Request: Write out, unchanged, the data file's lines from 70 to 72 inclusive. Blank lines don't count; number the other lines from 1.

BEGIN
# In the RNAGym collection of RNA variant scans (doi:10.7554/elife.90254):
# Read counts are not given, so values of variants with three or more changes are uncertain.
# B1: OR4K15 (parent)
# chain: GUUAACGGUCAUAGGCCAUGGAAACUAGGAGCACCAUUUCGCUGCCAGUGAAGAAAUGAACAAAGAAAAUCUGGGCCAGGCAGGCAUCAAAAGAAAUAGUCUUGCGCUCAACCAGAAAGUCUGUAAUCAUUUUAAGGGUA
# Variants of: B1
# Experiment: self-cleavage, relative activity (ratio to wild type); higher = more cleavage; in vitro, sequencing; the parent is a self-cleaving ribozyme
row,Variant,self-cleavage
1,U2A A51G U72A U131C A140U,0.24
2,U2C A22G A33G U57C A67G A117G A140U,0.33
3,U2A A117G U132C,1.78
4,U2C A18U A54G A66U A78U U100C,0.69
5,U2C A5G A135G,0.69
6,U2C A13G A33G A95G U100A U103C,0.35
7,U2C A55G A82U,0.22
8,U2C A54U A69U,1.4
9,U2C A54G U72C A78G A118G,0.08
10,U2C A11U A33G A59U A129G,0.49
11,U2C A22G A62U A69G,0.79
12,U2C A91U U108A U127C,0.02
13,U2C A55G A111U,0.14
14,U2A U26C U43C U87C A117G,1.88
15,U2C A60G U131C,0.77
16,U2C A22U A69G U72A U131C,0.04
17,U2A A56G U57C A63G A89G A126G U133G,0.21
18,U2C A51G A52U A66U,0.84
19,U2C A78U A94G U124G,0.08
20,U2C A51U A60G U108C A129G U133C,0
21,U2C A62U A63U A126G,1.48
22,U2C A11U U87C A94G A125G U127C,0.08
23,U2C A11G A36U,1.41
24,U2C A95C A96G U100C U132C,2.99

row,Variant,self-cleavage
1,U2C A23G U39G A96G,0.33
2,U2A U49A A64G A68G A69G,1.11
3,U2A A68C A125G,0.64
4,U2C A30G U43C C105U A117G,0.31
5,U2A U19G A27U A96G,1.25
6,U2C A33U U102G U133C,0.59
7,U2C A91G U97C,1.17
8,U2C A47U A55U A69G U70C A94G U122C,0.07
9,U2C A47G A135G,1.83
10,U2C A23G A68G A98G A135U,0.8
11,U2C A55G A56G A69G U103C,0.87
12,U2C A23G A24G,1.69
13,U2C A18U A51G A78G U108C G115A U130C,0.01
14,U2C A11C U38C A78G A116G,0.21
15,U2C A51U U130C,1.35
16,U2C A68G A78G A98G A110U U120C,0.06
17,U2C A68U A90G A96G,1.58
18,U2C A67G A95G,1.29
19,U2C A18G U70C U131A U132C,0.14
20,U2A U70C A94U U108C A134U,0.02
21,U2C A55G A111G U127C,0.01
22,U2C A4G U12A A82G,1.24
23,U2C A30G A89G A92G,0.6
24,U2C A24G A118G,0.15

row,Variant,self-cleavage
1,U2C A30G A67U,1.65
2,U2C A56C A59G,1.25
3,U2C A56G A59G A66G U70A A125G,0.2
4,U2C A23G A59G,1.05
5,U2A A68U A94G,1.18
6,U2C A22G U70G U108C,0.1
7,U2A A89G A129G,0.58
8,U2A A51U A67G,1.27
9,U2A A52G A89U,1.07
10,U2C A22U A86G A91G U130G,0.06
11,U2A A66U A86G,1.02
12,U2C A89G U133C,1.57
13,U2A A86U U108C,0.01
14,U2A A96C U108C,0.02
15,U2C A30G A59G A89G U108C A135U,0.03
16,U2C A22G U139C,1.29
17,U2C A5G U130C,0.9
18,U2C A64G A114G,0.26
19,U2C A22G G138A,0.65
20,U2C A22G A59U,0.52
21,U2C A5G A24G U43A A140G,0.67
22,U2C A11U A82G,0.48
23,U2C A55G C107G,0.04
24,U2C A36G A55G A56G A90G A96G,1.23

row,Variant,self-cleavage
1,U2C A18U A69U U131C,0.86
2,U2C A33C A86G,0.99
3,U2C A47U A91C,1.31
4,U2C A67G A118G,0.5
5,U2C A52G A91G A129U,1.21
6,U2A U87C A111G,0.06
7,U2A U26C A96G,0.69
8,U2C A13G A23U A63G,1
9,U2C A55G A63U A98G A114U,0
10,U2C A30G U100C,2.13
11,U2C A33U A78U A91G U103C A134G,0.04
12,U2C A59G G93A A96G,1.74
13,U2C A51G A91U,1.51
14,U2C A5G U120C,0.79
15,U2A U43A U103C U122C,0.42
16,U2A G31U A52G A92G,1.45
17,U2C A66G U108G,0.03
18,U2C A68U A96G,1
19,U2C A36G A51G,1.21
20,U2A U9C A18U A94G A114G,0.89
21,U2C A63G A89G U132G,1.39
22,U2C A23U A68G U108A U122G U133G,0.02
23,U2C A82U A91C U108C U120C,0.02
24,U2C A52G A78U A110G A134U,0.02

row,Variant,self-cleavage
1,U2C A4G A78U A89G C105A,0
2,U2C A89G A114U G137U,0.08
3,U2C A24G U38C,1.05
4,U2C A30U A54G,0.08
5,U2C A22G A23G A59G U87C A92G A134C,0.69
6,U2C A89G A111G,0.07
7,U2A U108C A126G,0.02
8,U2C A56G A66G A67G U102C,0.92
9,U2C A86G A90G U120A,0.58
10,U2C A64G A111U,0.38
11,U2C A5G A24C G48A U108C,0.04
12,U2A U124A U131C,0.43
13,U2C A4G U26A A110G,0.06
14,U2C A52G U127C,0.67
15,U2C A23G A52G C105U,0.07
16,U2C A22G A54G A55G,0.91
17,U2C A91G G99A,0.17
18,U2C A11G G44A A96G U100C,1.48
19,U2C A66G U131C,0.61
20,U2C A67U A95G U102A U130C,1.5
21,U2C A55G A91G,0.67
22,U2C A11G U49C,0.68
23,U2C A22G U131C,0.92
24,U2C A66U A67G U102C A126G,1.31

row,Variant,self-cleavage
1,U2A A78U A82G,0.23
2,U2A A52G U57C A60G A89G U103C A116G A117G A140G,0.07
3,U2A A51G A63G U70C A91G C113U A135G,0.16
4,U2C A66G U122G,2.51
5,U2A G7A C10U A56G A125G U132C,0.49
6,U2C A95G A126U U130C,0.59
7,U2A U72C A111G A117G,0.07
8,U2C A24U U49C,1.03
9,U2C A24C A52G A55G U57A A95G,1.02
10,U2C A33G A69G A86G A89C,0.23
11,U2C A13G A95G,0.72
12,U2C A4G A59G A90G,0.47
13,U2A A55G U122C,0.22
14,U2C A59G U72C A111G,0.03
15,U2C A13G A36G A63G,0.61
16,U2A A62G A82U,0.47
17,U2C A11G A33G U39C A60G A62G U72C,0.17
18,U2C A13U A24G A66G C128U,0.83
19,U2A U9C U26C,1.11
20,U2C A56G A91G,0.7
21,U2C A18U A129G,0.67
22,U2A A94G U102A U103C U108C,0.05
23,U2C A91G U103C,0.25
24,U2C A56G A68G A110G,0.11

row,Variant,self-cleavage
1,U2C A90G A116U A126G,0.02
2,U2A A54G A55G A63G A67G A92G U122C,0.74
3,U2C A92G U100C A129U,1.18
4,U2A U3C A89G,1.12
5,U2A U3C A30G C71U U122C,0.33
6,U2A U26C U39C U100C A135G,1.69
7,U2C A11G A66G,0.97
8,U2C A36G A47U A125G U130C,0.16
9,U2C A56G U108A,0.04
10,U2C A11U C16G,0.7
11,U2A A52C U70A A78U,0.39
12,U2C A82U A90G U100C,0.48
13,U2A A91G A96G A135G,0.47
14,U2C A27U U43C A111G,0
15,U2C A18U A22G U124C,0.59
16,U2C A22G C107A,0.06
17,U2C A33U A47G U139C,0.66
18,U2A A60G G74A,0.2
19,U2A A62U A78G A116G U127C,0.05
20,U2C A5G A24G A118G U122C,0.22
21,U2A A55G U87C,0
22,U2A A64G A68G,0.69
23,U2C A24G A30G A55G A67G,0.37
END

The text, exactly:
13,U2A A86U U108C,0.01
14,U2A A96C U108C,0.02
15,U2C A30G A59G A89G U108C A135U,0.03